Oceanside gardeners have an unexpected bounty just lying outside their door. Gardeners in the interior have to pay for this gardening gold. I'm talking about seaweed, long an ingredient in organic fertilizers. Composting seaweed for use as a home garden amendment is cheap and easy, and you can harness seaweed garden nutrients alone or as part of a mixed compost pile.
Harvesting Seaweed Garden Nutrients
Seaweed garden nutrients are relatively low in nitrogen and phosphorus but contain about 60 other trace elements, as well as fungal and disease preventatives. Using seaweed for compost improves soil consistency and increases water retention in sandy or grainy soils and may be used as a top or side dressing. That being said, some countries have rules regarding protection of the coastal environment, which may include the harvesting of seaweed. Therefore, you should check before harvesting seaweed as a soil amendment and follow these guidelines to maintain the marine ecosystem:
- When using seaweed for compost, take only what you need and harvest either from below the tide mark or from the floating shallows.
- Do not remove from the high tide line, as seaweed is a valuable erosion inhibitor and habitat for shore life.
How to Compost Seaweed
Many people have questions concerning how to compost seaweed to attain the nutrient rich brew. Composting seaweed is as simple as layering handfuls of seaweed along with other organic material just as you would with any other compostable material. Composting seaweed speeds up the compost process. So do you wash seaweed before you put it in compost? No. It is not necessary and, in fact, when using seaweed as compost, any saltwater or clinging sand simply add to the beneficial and essential elements within the soil amendment. You can, however, wash it off to remove any excess salt should this be a concern for you.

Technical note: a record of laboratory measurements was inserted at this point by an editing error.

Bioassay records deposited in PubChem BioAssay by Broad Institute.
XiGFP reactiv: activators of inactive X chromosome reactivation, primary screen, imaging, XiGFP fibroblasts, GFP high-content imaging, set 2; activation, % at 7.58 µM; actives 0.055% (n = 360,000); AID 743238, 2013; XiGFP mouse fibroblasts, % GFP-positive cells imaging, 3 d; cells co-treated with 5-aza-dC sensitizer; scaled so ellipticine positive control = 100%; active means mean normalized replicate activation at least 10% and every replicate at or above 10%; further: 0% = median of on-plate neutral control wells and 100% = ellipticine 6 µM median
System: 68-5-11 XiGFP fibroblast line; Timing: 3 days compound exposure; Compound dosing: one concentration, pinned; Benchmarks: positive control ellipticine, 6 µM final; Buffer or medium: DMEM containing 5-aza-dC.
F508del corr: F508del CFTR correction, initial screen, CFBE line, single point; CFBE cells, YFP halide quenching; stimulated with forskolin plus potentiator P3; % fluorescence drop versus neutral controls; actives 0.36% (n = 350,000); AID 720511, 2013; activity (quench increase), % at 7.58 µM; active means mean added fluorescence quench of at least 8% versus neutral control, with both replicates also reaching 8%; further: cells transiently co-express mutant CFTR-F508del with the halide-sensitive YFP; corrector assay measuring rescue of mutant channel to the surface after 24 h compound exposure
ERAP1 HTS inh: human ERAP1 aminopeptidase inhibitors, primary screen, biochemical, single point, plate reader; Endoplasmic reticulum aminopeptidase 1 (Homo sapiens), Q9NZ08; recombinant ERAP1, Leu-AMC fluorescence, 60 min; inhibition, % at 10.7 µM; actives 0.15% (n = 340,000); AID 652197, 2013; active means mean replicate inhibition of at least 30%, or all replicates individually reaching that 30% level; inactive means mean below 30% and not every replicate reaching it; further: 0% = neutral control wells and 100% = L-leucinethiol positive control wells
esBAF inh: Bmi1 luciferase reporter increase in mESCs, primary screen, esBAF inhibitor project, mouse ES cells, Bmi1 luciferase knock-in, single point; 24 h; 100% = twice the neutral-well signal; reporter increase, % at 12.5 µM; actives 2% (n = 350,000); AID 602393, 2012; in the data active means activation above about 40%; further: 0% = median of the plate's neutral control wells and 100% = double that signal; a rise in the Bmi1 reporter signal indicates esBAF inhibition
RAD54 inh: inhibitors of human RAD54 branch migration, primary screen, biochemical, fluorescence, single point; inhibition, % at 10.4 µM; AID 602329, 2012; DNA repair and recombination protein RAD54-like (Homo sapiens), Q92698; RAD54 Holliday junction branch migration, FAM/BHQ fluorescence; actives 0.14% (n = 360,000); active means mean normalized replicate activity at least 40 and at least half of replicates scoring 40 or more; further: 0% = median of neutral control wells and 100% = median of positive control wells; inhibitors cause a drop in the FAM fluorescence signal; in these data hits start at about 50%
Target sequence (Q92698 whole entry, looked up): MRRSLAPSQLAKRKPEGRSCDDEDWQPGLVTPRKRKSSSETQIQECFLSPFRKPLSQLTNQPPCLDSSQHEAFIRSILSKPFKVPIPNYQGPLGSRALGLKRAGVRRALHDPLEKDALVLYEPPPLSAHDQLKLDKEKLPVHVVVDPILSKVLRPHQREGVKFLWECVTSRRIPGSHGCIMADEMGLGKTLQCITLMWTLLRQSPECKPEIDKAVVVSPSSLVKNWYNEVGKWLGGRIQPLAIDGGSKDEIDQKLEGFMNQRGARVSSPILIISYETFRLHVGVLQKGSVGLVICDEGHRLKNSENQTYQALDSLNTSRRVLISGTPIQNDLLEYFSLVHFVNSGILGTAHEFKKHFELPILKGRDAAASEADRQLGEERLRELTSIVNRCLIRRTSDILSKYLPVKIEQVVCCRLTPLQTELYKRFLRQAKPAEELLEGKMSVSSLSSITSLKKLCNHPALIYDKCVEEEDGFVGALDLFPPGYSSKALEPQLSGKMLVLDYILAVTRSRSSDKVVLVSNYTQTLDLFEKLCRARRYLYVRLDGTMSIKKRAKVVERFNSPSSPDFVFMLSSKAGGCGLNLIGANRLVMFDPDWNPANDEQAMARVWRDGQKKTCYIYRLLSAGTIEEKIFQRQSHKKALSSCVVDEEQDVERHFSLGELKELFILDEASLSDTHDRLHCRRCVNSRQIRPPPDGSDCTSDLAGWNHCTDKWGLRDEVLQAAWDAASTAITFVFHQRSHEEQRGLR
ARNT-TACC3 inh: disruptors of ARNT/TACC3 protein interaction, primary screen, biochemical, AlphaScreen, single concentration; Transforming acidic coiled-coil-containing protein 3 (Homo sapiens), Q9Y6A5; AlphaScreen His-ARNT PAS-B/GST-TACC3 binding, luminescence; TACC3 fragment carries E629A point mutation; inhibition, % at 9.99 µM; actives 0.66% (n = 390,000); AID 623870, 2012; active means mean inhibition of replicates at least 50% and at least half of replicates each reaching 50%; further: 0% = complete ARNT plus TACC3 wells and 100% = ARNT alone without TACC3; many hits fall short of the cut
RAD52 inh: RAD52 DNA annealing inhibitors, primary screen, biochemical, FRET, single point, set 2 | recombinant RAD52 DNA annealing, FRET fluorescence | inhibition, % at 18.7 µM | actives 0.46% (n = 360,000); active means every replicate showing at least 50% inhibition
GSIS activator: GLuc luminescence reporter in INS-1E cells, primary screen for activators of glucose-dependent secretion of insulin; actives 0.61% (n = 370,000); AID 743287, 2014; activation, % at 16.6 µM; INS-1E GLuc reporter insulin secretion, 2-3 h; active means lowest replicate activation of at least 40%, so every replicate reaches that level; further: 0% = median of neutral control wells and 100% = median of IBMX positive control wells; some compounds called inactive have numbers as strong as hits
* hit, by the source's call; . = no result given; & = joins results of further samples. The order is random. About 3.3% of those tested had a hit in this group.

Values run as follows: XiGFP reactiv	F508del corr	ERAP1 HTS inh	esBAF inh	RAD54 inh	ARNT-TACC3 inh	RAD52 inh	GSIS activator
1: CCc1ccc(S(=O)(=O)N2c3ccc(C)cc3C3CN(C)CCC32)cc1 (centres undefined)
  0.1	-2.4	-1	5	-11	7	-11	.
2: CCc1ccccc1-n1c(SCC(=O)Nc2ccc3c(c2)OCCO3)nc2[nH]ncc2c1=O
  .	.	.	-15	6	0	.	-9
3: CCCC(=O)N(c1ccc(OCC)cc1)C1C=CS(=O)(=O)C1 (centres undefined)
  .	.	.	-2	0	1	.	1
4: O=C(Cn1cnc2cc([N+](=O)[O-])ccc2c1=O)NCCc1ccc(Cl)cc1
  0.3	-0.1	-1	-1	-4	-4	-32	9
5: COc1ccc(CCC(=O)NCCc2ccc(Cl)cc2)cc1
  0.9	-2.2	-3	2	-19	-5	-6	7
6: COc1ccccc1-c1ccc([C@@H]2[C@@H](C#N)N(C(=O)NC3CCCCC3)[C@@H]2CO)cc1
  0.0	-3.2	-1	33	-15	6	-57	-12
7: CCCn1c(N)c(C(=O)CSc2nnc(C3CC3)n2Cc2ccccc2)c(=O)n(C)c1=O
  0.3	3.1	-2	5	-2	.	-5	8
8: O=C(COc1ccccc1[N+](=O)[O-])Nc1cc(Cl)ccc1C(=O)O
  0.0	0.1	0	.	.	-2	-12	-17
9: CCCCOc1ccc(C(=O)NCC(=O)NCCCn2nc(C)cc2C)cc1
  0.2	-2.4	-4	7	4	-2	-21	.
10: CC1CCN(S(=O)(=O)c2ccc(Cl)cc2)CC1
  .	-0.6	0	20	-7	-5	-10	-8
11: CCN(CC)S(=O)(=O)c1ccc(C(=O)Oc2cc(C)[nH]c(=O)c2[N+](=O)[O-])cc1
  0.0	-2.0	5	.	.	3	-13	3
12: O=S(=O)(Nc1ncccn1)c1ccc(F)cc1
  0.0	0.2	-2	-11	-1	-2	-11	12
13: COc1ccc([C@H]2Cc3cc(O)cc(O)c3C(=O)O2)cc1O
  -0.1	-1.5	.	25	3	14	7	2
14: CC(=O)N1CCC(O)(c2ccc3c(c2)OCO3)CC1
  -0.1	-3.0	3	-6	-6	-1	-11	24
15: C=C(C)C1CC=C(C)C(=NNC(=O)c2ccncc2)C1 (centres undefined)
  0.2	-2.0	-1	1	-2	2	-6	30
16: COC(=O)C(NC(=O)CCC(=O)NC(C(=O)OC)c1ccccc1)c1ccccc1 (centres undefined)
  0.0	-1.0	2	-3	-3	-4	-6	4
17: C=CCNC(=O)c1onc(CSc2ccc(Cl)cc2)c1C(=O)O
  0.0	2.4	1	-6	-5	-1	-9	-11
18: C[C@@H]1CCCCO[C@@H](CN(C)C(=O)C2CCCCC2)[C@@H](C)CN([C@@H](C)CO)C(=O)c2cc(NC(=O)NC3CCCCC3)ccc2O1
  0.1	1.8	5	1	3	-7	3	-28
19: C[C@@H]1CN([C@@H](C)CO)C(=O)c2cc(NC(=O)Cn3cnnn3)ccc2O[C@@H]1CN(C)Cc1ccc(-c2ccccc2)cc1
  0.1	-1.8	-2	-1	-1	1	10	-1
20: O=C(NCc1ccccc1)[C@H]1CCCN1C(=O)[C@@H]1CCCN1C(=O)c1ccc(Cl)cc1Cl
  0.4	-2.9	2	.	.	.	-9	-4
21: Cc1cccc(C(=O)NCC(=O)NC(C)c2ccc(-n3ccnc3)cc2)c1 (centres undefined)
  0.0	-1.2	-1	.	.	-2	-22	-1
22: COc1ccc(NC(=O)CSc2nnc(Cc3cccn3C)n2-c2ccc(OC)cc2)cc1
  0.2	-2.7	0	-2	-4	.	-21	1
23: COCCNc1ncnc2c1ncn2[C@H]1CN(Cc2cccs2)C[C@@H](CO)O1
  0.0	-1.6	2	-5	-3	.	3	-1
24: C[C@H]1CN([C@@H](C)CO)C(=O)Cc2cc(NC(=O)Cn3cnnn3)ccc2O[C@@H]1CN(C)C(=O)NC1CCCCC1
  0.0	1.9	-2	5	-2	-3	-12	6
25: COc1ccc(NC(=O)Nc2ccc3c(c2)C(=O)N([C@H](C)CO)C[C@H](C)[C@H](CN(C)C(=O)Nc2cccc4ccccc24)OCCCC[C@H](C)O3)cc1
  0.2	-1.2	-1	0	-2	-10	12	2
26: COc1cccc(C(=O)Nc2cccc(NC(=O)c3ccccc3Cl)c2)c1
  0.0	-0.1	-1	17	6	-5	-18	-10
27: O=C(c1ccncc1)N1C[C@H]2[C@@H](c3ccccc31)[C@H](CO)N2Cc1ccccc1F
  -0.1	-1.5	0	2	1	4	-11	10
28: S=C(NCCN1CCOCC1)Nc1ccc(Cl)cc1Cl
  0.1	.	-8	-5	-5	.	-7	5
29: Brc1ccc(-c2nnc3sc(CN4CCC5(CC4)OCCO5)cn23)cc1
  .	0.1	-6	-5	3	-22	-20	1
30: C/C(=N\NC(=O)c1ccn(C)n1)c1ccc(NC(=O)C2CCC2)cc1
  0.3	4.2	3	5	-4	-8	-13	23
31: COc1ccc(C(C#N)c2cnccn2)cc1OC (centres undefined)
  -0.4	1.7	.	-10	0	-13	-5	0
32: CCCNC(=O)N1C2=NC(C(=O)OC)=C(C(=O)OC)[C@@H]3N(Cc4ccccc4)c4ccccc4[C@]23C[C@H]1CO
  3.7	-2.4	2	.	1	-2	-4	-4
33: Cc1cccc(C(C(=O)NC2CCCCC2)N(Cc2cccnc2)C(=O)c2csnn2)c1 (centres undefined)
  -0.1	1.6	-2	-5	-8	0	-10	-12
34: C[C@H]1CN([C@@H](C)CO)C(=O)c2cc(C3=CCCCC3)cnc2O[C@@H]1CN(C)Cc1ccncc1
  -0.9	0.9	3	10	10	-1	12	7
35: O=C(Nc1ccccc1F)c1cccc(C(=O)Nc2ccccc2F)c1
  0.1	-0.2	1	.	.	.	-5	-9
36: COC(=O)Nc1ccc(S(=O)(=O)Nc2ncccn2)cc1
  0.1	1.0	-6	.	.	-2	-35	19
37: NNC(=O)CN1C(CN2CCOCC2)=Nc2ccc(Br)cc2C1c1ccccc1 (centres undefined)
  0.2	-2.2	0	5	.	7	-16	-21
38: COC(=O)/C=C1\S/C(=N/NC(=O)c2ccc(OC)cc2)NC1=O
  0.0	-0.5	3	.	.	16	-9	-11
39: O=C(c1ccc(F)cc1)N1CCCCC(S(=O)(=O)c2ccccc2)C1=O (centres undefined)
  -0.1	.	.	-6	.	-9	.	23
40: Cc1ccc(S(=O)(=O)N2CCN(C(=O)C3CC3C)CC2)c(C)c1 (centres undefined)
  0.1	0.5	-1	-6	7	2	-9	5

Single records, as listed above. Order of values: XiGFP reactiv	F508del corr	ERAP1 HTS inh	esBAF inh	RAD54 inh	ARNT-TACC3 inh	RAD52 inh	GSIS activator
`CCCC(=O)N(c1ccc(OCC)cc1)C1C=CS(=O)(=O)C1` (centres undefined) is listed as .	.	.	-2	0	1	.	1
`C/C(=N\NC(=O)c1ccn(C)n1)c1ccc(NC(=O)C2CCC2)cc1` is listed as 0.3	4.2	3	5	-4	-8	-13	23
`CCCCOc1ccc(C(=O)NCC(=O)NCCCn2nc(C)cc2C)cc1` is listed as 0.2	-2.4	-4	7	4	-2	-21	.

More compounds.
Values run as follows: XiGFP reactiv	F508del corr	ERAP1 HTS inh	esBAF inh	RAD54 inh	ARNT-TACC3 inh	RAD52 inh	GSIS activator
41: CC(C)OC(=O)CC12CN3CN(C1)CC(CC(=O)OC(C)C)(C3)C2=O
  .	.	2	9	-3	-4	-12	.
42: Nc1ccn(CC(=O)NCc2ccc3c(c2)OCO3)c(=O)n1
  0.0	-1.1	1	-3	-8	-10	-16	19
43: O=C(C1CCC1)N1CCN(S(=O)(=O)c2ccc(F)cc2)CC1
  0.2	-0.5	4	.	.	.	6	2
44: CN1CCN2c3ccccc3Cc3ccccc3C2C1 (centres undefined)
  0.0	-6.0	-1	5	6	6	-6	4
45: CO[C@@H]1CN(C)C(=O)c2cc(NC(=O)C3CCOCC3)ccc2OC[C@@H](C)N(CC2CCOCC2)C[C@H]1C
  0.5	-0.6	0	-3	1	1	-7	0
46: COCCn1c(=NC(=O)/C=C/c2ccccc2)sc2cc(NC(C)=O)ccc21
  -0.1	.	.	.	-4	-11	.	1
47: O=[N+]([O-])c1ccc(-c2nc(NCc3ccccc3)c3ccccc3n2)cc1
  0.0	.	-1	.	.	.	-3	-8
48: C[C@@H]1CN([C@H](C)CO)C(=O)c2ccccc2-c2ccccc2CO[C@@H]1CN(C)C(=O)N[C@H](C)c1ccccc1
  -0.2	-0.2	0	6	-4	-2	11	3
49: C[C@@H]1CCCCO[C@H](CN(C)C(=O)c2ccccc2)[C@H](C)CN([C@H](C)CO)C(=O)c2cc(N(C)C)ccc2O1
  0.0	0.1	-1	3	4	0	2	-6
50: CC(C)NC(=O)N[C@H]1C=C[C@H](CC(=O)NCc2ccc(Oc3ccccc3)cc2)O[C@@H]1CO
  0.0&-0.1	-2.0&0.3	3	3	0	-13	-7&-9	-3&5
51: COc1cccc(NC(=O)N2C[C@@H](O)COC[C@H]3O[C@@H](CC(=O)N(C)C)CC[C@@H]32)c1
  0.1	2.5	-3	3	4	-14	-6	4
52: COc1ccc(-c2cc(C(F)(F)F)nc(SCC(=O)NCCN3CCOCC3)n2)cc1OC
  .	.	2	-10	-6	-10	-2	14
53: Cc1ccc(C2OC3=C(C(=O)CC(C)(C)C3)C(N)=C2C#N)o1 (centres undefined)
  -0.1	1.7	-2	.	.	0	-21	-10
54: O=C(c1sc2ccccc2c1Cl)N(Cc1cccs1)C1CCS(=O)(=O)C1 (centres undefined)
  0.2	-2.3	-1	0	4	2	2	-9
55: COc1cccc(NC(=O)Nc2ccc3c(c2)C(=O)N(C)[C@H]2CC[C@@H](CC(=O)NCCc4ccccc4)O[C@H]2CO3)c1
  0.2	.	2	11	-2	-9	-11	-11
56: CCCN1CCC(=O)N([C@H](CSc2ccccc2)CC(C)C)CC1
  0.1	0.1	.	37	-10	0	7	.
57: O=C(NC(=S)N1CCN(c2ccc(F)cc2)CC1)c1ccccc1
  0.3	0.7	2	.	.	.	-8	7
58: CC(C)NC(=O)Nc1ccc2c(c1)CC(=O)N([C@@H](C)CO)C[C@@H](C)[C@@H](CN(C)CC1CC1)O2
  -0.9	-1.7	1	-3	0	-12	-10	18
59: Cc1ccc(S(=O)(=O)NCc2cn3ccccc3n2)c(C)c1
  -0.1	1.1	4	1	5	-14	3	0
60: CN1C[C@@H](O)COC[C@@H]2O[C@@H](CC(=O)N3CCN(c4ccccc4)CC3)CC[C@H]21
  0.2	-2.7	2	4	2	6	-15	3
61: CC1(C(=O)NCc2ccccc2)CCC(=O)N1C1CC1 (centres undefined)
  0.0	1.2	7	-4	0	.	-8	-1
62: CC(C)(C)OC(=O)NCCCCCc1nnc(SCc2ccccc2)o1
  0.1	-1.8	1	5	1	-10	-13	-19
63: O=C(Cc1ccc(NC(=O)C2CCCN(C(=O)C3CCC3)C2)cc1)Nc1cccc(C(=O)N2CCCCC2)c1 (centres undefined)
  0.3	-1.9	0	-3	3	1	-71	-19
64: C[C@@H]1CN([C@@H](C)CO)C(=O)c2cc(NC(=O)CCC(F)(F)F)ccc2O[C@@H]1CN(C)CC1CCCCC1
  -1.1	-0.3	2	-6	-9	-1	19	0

Composting Seaweed into Tea for Plants
Seaweed as a soil amendment for young plants is best applied as a dilution of compost tea. This is drained out of compost bins or is simply the byproduct of soaking the seaweed for a few days. To make compost tea from composting seaweed, place a big handful in a bucket of water and soak for three weeks or up to a year. Cover with a loose lid. To make larger batches, you may also put seaweed in a net or other porous bag inside of a barrel of water. The seaweed may be reused time after time by infusing in fresh water. There may be a significant odor from the composting seaweed, so you may want to place the barrel downwind from the house. Using seaweed for compost tea may also be accomplished by using an aerator or adding microbial inoculants to stimulate microbial activity and create an even more beneficial (less odiferous) brew. Both items may be found at garden centers, online, or at pet shops that sell fish tank equipment. The resulting liquid seaweed fertilizer may be diluted with water and then foliar fed to plants or added around plant roots. This will not only feed but neutralize pests, viruses, and fungal issues.
Seaweed as a Soil Amendment
Seaweed has a number of attributes besides its nutrition value. When using seaweed as compost, it can be used dry or wet and does not clump or blow away. As a soil amendment, seaweed deters pests both large and small. Dogs, cats, and birds dislike the scratchy texture of dry composting seaweed, not to mention the smell. When using seaweed soil amendment, crumble dry seaweed and sprinkle among plants or put wet seaweed directly atop the garden or around tree roots. Seaweed as a soil amendment may also be placed in the bottom of a hole or trench made for planting (i.e. potatoes) or transplanting and layered with soil or other type of compost. Use your imagination and allow this bounty from the sea to enrich land-bound flora and fauna.
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Amy Grant has been gardening for 30 years and writing for 15. A professional chef and caterer, Amy's area of expertise is culinary gardening.
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